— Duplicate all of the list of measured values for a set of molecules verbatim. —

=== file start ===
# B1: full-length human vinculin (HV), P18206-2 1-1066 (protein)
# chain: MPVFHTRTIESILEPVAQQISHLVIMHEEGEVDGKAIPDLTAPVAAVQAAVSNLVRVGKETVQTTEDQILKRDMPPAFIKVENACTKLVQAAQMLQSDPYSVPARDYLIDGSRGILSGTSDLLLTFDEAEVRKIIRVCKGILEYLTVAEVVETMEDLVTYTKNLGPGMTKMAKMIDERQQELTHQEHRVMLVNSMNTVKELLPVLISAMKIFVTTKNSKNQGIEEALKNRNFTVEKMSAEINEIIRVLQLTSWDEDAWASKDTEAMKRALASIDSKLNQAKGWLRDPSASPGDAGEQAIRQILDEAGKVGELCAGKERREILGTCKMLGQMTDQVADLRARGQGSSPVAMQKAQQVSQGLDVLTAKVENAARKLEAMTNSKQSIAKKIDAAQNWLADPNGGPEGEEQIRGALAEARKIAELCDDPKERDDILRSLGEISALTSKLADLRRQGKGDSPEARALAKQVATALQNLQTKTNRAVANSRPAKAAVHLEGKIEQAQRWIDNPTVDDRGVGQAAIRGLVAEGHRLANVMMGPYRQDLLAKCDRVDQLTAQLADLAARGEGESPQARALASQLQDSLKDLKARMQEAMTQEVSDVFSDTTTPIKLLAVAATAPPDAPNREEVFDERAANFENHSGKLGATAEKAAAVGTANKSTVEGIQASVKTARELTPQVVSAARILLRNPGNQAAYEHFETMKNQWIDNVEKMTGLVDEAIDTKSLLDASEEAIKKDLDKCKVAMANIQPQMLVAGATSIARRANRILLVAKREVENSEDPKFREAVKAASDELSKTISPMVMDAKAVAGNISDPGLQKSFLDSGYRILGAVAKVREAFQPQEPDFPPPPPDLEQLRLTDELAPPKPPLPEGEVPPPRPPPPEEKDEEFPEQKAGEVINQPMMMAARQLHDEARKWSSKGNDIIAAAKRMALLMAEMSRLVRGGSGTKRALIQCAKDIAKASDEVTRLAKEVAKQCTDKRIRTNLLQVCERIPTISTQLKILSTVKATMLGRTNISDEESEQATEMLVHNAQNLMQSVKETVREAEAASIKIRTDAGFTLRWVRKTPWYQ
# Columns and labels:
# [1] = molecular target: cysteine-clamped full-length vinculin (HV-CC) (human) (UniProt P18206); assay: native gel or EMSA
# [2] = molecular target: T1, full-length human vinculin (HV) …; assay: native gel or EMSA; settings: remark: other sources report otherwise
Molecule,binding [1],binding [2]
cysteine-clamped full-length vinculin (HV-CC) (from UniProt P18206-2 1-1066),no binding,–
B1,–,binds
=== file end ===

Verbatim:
# B1: full-length human vinculin (HV), P18206-2 1-1066 (protein)
# chain: MPVFHTRTIESILEPVAQQISHLVIMHEEGEVDGKAIPDLTAPVAAVQAAVSNLVRVGKETVQTTEDQILKRDMPPAFIKVENACTKLVQAAQMLQSDPYSVPARDYLIDGSRGILSGTSDLLLTFDEAEVRKIIRVCKGILEYLTVAEVVETMEDLVTYTKNLGPGMTKMAKMIDERQQELTHQEHRVMLVNSMNTVKELLPVLISAMKIFVTTKNSKNQGIEEALKNRNFTVEKMSAEINEIIRVLQLTSWDEDAWASKDTEAMKRALASIDSKLNQAKGWLRDPSASPGDAGEQAIRQILDEAGKVGELCAGKERREILGTCKMLGQMTDQVADLRARGQGSSPVAMQKAQQVSQGLDVLTAKVENAARKLEAMTNSKQSIAKKIDAAQNWLADPNGGPEGEEQIRGALAEARKIAELCDDPKERDDILRSLGEISALTSKLADLRRQGKGDSPEARALAKQVATALQNLQTKTNRAVANSRPAKAAVHLEGKIEQAQRWIDNPTVDDRGVGQAAIRGLVAEGHRLANVMMGPYRQDLLAKCDRVDQLTAQLADLAARGEGESPQARALASQLQDSLKDLKARMQEAMTQEVSDVFSDTTTPIKLLAVAATAPPDAPNREEVFDERAANFENHSGKLGATAEKAAAVGTANKSTVEGIQASVKTARELTPQVVSAARILLRNPGNQAAYEHFETMKNQWIDNVEKMTGLVDEAIDTKSLLDASEEAIKKDLDKCKVAMANIQPQMLVAGATSIARRANRILLVAKREVENSEDPKFREAVKAASDELSKTISPMVMDAKAVAGNISDPGLQKSFLDSGYRILGAVAKVREAFQPQEPDFPPPPPDLEQLRLTDELAPPKPPLPEGEVPPPRPPPPEEKDEEFPEQKAGEVINQPMMMAARQLHDEARKWSSKGNDIIAAAKRMALLMAEMSRLVRGGSGTKRALIQCAKDIAKASDEVTRLAKEVAKQCTDKRIRTNLLQVCERIPTISTQLKILSTVKATMLGRTNISDEESEQATEMLVHNAQNLMQSVKETVREAEAASIKIRTDAGFTLRWVRKTPWYQ
# Columns and labels:
# [1] = molecular target: cysteine-clamped full-length vinculin (HV-CC) (human) (UniProt P18206); assay: native gel or EMSA
# [2] = molecular target: T1, full-length human vinculin (HV) …; assay: native gel or EMSA; settings: remark: other sources report otherwise
Molecule,binding [1],binding [2]
cysteine-clamped full-length vinculin (HV-CC) (from UniProt P18206-2 1-1066),no binding,–
B1,–,binds